• Remini, Robert (2001). Andrew Jackson and his Indian Wars. New York: Viking. ISBN 0-670-91025-2.
  • Wallace, Anthony (1993). The Long, Bitter Trail: Andrew Jackson and the Indians (Hardback ed.). New York: Hill and Wang. ISBN 0-8090-6631-9.
  • Wilson, James (1998). The Earth Shall Weep: A History of Native America. New York: Grove Press. ISBN 978-0-8021-3680-0.

Other links that need checking and incorporating above (if not already there)

Trail of Tears
  • US History - The Trail of Tears — The Indian Removals
  • Sequoyah Research Center - Family Stories from the Trail of Tears - taken from the Indian-Pioneer History Collection, Grant Foreman, editor

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Comments: 13

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Are you categorizing the white settlers who bought Cherokee lands in the 1830s? One is Jonathan Simonds.
posted by Karen Lowe
No, only those who were Cherokee (in this case) or of the other four people groups that removed west of the Mississippi River are included.
posted by Ronald Prentice
edited by Ronald Prentice
Hello Deborah, Kathie and Jillaine,

I would be happy to assist here with Choctaw resources. Please let me know how best to support this effort.

Thanks for your consideration.


posted by Ronald Prentice
edited by Ronald Prentice
Please feel to add them, Ronald. Sorry I didn't see this post when you initially added it.
posted by Jillaine Smith
Deborah, I'm cleaning up other NA project pages and finding things that should be here. (The just added long list of web resources.) IF you have time and interest and want to check each of them to see if they're still accurate and otherwise organize them, I'd be most grateful.
posted by Jillaine Smith
Looks like the merge of the duplicate space pages went through. Needs a bit of clean-up, which I'll take a first crack at.
Deborah, there's a duplicate freespace page for Trail of Tears ( We need to merge the two. I asked the Leader body about the naming convention and the preference appears to be without the "Native American:" prefix. Any objections or questions before I proceed?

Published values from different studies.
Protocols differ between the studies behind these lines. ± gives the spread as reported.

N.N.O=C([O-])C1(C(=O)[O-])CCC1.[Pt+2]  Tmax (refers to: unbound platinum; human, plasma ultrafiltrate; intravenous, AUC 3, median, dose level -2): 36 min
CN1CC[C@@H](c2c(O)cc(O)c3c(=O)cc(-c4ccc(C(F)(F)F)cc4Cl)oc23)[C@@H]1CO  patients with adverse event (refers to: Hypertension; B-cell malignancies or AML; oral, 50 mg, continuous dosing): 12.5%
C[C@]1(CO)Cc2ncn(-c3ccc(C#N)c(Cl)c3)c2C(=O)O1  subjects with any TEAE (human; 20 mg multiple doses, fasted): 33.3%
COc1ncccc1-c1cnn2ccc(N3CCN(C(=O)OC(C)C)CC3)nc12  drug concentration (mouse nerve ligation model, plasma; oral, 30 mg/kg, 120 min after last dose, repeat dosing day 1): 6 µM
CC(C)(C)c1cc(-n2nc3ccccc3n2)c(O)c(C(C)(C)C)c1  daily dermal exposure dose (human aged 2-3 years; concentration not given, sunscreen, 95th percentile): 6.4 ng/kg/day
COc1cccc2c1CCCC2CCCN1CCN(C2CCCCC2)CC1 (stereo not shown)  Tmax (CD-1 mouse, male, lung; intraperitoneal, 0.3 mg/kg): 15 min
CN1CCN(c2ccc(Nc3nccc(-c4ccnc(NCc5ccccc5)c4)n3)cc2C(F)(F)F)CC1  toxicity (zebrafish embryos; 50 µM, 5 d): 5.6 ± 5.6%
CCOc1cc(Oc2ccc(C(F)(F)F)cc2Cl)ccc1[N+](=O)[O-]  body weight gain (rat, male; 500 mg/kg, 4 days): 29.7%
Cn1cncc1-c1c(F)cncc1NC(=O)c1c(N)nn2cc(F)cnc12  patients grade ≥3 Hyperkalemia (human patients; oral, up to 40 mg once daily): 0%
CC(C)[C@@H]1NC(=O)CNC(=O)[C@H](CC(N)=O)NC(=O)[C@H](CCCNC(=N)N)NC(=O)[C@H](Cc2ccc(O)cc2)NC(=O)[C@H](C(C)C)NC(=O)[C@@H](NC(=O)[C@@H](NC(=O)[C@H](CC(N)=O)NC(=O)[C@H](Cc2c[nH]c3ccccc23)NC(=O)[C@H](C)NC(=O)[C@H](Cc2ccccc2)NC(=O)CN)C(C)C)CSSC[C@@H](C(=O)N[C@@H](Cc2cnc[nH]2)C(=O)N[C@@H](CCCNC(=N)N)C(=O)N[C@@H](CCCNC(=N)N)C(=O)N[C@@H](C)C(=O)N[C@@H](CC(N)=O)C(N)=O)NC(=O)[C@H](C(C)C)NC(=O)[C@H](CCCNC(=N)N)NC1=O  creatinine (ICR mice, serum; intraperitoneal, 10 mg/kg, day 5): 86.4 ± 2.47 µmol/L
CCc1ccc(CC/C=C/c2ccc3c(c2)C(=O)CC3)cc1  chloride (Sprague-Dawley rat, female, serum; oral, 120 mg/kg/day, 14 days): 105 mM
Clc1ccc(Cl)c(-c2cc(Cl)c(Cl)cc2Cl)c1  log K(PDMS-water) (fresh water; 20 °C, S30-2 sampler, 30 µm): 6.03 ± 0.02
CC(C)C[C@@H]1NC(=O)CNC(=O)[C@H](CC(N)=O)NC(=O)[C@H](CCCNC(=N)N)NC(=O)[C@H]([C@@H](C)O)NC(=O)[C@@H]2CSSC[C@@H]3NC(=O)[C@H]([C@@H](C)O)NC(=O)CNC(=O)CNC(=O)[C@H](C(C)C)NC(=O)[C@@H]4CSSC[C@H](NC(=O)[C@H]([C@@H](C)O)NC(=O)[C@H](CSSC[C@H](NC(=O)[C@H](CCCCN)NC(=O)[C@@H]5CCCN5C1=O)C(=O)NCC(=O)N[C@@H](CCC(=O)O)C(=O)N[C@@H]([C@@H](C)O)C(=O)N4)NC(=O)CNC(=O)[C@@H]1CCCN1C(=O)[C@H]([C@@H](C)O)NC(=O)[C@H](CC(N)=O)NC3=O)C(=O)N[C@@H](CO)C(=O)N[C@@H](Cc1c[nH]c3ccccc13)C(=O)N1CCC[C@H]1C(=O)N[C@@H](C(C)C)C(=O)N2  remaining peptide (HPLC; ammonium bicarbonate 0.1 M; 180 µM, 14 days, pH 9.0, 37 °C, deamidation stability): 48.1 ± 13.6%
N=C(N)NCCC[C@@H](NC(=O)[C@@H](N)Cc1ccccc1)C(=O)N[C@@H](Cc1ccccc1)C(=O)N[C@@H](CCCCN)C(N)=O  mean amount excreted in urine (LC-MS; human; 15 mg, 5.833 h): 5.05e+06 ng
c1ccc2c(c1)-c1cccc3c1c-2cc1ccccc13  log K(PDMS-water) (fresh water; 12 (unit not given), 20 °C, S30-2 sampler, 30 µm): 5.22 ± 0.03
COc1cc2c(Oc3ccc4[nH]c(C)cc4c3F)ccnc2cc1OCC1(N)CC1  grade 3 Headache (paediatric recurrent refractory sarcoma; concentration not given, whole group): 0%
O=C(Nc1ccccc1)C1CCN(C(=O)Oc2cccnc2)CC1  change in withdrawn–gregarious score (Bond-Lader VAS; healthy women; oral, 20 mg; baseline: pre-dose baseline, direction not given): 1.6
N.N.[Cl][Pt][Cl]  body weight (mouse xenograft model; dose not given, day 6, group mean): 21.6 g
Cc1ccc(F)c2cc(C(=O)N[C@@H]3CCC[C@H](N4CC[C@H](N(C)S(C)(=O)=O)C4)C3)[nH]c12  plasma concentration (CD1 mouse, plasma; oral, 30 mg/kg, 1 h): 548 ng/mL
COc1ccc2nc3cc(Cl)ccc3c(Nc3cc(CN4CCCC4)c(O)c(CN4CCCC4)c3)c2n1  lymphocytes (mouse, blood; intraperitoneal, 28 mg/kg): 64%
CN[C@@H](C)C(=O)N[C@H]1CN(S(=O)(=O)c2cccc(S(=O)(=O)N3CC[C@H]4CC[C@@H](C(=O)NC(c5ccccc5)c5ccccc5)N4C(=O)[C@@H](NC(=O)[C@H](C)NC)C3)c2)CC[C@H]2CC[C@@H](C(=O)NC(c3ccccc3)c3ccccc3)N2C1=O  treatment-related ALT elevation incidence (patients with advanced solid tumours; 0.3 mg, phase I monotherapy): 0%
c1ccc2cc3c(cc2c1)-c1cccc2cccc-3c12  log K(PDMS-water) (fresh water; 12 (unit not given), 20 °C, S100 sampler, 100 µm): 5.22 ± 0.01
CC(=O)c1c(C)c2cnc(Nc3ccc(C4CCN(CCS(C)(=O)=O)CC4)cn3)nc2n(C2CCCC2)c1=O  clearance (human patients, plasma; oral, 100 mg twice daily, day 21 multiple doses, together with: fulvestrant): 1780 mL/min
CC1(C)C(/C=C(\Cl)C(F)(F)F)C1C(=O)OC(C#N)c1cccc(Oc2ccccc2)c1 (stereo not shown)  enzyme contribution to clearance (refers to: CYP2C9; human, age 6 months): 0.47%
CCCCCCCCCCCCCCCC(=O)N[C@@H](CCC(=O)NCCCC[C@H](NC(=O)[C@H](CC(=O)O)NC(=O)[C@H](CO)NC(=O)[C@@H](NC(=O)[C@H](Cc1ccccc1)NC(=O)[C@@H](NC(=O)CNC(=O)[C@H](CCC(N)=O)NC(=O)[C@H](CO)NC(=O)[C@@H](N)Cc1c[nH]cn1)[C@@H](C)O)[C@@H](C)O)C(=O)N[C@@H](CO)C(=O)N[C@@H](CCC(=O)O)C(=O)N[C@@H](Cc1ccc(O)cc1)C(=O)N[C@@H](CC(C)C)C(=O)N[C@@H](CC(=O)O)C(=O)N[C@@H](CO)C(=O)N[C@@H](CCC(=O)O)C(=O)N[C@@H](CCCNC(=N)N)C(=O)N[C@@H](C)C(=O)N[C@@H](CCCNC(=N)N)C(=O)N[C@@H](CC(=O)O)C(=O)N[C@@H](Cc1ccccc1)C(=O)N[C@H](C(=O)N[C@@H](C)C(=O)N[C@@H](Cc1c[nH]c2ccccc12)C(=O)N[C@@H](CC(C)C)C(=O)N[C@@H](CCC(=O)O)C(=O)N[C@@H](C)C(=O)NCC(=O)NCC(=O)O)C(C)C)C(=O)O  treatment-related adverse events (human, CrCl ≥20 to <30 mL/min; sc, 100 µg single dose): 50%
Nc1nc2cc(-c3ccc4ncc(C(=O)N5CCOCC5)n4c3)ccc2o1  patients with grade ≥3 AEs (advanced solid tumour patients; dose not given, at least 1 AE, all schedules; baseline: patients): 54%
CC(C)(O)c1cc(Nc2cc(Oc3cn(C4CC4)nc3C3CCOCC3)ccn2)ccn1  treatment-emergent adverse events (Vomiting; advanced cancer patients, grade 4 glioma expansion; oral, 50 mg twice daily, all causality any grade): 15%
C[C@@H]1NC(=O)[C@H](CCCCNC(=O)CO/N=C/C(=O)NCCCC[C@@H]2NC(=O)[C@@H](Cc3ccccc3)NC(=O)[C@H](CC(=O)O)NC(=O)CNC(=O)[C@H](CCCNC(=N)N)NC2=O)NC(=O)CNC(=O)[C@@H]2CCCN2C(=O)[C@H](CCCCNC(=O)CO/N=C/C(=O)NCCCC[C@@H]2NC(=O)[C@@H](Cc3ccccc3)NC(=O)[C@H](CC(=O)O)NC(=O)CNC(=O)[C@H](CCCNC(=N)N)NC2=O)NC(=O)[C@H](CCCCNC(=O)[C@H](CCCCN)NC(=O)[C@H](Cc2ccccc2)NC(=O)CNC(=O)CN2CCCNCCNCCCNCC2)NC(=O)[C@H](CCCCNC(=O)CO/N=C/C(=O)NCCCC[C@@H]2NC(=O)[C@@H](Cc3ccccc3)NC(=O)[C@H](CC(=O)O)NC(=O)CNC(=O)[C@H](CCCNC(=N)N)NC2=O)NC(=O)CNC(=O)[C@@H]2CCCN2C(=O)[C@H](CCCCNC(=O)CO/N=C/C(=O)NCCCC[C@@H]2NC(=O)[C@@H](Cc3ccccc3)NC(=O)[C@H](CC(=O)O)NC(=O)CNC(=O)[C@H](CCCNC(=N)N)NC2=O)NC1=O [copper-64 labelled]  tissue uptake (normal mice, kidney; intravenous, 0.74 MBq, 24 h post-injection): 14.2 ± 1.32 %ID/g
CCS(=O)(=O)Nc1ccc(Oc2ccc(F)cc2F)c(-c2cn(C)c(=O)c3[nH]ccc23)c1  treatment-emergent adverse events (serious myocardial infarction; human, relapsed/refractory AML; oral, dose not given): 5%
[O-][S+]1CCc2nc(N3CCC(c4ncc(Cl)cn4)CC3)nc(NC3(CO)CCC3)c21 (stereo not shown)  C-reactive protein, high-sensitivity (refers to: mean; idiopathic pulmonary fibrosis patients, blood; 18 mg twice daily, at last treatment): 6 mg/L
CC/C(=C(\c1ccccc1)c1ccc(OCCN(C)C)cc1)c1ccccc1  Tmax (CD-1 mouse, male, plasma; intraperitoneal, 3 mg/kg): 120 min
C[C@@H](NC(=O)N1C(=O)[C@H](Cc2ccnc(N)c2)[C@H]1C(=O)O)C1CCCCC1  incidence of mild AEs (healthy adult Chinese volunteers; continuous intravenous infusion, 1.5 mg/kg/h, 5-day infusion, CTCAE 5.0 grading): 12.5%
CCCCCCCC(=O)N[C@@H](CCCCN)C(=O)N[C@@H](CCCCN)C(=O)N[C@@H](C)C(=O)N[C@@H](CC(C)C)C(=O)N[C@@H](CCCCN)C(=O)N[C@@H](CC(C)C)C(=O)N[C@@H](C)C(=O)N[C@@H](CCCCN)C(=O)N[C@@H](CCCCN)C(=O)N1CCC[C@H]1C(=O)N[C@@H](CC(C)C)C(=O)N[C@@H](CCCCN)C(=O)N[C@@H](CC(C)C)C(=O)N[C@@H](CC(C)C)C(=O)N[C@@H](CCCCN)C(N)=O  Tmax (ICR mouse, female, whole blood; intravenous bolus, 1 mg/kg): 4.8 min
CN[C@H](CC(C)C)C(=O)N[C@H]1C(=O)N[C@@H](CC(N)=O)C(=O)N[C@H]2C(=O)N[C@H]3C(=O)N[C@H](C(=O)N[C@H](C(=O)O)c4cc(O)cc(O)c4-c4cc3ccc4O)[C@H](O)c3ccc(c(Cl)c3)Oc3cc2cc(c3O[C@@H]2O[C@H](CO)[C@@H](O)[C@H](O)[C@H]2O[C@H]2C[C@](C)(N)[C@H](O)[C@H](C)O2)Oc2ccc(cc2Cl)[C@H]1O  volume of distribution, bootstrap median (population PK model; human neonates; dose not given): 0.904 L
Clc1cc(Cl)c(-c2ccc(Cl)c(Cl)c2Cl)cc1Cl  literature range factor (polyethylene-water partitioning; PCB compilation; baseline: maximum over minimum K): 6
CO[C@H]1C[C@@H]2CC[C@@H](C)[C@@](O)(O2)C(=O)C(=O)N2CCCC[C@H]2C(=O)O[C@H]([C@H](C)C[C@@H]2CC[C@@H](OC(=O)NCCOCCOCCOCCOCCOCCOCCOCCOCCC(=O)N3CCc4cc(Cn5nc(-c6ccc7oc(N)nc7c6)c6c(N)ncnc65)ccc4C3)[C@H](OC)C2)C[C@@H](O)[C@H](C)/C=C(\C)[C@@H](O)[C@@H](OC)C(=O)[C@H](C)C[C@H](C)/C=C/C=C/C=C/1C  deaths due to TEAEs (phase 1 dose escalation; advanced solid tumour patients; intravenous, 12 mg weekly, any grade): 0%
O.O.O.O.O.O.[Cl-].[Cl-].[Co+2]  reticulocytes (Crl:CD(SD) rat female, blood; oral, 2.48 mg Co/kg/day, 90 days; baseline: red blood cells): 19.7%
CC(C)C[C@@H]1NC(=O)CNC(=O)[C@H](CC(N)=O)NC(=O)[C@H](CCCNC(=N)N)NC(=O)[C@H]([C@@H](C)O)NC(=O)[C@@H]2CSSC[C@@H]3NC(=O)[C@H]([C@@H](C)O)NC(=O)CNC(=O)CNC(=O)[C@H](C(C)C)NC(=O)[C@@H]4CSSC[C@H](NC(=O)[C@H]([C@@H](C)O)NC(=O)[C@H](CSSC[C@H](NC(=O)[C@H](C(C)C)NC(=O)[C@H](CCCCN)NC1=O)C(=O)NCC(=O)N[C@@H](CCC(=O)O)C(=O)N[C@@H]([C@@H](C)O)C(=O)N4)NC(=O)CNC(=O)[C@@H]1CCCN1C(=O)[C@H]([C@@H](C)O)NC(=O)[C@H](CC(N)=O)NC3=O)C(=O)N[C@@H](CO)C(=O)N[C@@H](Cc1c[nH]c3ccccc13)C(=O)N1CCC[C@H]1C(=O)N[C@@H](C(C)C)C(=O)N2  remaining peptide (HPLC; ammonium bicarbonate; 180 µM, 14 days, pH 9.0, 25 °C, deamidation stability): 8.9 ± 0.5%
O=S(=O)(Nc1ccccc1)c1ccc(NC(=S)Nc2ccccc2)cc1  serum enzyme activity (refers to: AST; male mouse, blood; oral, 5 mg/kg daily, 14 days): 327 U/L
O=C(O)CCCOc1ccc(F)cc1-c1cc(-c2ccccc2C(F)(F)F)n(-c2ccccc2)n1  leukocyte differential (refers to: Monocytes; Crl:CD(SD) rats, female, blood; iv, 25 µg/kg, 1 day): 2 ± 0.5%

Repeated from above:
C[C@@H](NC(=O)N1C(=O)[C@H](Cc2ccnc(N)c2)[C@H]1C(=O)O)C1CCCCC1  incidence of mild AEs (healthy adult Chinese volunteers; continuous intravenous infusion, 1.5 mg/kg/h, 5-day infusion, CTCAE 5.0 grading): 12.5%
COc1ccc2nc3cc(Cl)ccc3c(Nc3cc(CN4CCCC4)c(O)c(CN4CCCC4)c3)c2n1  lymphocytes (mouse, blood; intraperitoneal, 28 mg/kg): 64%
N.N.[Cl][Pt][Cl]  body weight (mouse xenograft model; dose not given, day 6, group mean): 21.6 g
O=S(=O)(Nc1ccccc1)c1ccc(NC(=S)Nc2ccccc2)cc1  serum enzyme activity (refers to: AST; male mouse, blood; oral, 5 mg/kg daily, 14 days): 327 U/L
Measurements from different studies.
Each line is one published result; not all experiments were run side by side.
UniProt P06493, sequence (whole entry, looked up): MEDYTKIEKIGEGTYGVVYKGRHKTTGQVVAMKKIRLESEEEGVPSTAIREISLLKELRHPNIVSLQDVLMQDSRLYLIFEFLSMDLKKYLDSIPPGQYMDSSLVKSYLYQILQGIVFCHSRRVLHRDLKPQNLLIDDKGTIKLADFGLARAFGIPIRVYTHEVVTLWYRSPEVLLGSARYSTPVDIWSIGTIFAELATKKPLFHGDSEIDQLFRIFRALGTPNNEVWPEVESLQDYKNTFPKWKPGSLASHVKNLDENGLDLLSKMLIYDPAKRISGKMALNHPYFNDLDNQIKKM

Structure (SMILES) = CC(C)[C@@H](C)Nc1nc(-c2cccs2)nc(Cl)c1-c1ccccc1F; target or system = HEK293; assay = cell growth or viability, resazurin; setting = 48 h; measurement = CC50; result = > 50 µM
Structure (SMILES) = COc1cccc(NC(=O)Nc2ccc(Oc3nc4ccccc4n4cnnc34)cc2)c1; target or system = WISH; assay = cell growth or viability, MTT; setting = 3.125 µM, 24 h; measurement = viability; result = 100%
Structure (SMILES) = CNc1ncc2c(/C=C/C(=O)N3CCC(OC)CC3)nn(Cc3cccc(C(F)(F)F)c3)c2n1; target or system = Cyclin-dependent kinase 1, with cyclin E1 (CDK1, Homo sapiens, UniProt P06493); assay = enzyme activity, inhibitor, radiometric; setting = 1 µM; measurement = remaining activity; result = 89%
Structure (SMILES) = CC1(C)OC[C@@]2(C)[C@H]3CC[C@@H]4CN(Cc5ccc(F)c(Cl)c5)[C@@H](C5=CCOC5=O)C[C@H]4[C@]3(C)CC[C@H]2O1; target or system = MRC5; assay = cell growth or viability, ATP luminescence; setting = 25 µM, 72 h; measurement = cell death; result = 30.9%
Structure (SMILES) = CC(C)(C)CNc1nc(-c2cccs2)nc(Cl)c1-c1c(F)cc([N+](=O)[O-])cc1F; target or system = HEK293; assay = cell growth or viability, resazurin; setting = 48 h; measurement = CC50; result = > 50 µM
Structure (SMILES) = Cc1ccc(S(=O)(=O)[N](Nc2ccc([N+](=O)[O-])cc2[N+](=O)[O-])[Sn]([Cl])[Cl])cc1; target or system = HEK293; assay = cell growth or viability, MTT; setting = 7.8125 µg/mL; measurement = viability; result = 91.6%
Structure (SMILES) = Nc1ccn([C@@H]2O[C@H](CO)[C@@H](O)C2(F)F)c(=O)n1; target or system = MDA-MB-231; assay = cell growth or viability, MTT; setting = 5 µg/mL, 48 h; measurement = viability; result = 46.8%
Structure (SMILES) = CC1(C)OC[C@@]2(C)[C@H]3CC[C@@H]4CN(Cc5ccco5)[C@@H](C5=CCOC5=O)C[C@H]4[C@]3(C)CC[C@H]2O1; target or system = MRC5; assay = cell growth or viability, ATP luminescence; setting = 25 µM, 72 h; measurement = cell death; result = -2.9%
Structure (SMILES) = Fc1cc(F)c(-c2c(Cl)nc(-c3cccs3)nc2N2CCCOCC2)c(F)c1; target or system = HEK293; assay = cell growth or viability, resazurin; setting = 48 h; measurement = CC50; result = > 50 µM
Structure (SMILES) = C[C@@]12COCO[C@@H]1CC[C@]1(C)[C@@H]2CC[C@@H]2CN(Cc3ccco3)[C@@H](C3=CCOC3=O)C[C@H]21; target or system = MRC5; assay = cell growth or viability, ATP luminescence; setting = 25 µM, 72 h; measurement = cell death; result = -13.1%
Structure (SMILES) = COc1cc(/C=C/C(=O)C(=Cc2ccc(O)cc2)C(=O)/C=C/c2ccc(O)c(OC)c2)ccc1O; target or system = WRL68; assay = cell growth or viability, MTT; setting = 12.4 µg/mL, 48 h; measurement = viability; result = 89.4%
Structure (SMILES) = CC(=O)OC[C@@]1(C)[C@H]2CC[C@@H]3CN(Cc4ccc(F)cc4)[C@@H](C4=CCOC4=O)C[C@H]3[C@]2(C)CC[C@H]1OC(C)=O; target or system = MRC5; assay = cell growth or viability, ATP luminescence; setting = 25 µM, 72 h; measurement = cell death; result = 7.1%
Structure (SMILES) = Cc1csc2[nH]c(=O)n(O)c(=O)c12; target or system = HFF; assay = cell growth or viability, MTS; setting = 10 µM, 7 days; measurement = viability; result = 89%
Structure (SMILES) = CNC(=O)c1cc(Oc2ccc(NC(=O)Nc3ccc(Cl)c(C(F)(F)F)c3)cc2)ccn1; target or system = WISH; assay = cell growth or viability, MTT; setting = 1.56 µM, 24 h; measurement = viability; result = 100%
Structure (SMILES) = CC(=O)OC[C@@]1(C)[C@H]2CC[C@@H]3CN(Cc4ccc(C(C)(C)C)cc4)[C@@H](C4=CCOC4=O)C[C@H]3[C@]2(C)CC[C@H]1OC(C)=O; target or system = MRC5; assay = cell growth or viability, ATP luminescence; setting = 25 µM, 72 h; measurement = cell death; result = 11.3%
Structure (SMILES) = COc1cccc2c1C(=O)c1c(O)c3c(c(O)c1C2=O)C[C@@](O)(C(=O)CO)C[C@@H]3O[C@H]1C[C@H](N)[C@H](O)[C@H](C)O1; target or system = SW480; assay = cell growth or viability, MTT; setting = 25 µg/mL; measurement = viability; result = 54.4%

posted by Jillaine Smith
I never actually did this page so have no idea Jillaine, not sure why my name is here so I will remove it
posted by Terry Wright
Only four muster rolls survive from the Cherokee detachments on Trail of Tears. They are in the collections of the Gilcrease Museum in Tulsa, OK. I don’t believe any are fully digitized. The 1835 Cherokee Census is often erroneously called the “Trail of Tears Roll” since it was taken only a few years before Removal. There are also limited censuses and muster rolls for the Creek, Choctaw, and Chickasaw who were Removed.
posted by Kathie (Parks) Forbes
Thanks, Kathie, for the most detailed info I have seen to date regarding the Trail of Tears genealogic sources. And, as luck would have it, the Gilcrease seems to be shut down now, not just for Covid but also for major construction. I have several relatives in Oklahoma with Chickasaw ancestry and I am trying to pin down data for 1860 and previous (especially in Mississippi) that would help flesh out family backgrounds and also where surnames came from. To be specific, lots of people think that many surnames were just "assigned" to people by government agents who wanted to assign them a convenient "white" name. From what I hear of the activities of Chickasaw Nation people in Mississippi, however, it sure seems to me that they were pretty sociable and integrated with any number of newcomers who added trade benefits in their communities. In other words, there ought to be records of some sort showing mixed family groupings in their communities in the early 1800s. I have examined early US census records, but so far no names have clicked. Have you had any better luck? (yes, I understand you focus on the Cherokee side, but I expect you have encountered many of the same issues).
posted by Rick Fryrear
Here is a link to a partial transcript of the 1818 Chickasaw annuity roll: and a transcript of an 1837 muster roll is at:

and a transcript of the 1839 Indian Territory census:

The Chickasaw did intermarry and many had white names, sometimes from a white parent, sometimes just picked somewhat at random (a translation, the name of someone they met and liked, an attempt at transliteration...)

You won't find these people in the U.S. Census before Removal, and after Removal only mixed-families that didn't go to Indian Territory (a very small number)

In some cases you will find the Chickasaw enumerated with (sometimes listed as) Choctaw.

posted by Kathie (Parks) Forbes
Looks like the Roster page was merged with this one. So... Where might we find a roster?
posted by Jillaine Smith

December 9, 2014

posted by Paula J